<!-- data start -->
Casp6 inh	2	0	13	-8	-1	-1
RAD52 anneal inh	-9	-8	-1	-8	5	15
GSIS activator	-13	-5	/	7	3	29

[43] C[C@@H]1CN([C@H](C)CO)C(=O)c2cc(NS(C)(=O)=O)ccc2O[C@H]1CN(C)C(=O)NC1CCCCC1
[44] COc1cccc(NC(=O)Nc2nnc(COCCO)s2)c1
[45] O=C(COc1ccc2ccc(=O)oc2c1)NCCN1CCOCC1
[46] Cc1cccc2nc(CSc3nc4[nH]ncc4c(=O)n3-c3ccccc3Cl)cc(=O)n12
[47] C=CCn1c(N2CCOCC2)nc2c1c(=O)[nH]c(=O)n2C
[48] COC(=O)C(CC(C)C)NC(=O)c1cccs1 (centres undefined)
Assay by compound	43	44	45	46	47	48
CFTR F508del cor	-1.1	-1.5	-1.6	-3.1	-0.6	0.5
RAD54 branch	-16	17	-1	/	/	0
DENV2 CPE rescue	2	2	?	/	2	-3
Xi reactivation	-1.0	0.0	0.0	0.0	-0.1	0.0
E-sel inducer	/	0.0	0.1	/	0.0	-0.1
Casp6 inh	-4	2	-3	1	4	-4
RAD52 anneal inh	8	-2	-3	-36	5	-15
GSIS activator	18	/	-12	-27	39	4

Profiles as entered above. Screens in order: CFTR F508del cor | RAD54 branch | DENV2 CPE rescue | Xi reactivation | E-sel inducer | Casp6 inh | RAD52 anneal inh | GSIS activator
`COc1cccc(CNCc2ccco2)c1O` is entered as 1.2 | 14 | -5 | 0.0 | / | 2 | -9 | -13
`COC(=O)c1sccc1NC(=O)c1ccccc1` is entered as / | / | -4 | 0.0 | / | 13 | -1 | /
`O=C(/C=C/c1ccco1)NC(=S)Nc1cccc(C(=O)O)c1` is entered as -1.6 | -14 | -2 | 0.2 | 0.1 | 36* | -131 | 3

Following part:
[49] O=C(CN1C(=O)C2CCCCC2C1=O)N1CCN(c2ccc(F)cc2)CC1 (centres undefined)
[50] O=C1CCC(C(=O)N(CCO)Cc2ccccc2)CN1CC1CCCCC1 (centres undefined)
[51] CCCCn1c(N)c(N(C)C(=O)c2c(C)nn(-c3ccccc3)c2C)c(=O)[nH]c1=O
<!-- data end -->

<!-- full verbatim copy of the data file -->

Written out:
Casp6 inh	2	0	13	-8	-1	-1
RAD52 anneal inh	-9	-8	-1	-8	5	15
GSIS activator	-13	-5	/	7	3	29

[43] C[C@@H]1CN([C@H](C)CO)C(=O)c2cc(NS(C)(=O)=O)ccc2O[C@H]1CN(C)C(=O)NC1CCCCC1
[44] COc1cccc(NC(=O)Nc2nnc(COCCO)s2)c1
[45] O=C(COc1ccc2ccc(=O)oc2c1)NCCN1CCOCC1
[46] Cc1cccc2nc(CSc3nc4[nH]ncc4c(=O)n3-c3ccccc3Cl)cc(=O)n12
[47] C=CCn1c(N2CCOCC2)nc2c1c(=O)[nH]c(=O)n2C
[48] COC(=O)C(CC(C)C)NC(=O)c1cccs1 (centres undefined)
Assay by compound	43	44	45	46	47	48
CFTR F508del cor	-1.1	-1.5	-1.6	-3.1	-0.6	0.5
RAD54 branch	-16	17	-1	/	/	0
DENV2 CPE rescue	2	2	?	/	2	-3
Xi reactivation	-1.0	0.0	0.0	0.0	-0.1	0.0
E-sel inducer	/	0.0	0.1	/	0.0	-0.1
Casp6 inh	-4	2	-3	1	4	-4
RAD52 anneal inh	8	-2	-3	-36	5	-15
GSIS activator	18	/	-12	-27	39	4

Profiles as entered above. Screens in order: CFTR F508del cor | RAD54 branch | DENV2 CPE rescue | Xi reactivation | E-sel inducer | Casp6 inh | RAD52 anneal inh | GSIS activator
`COc1cccc(CNCc2ccco2)c1O` is entered as 1.2 | 14 | -5 | 0.0 | / | 2 | -9 | -13
`COC(=O)c1sccc1NC(=O)c1ccccc1` is entered as / | / | -4 | 0.0 | / | 13 | -1 | /
`O=C(/C=C/c1ccco1)NC(=S)Nc1cccc(C(=O)O)c1` is entered as -1.6 | -14 | -2 | 0.2 | 0.1 | 36* | -131 | 3

Following part:
[49] O=C(CN1C(=O)C2CCCCC2C1=O)N1CCN(c2ccc(F)cc2)CC1 (centres undefined)
[50] O=C1CCC(C(=O)N(CCO)Cc2ccccc2)CN1CC1CCCCC1 (centres undefined)
[51] CCCCn1c(N)c(N(C)C(=O)c2c(C)nn(-c3ccccc3)c2C)c(=O)[nH]c1=O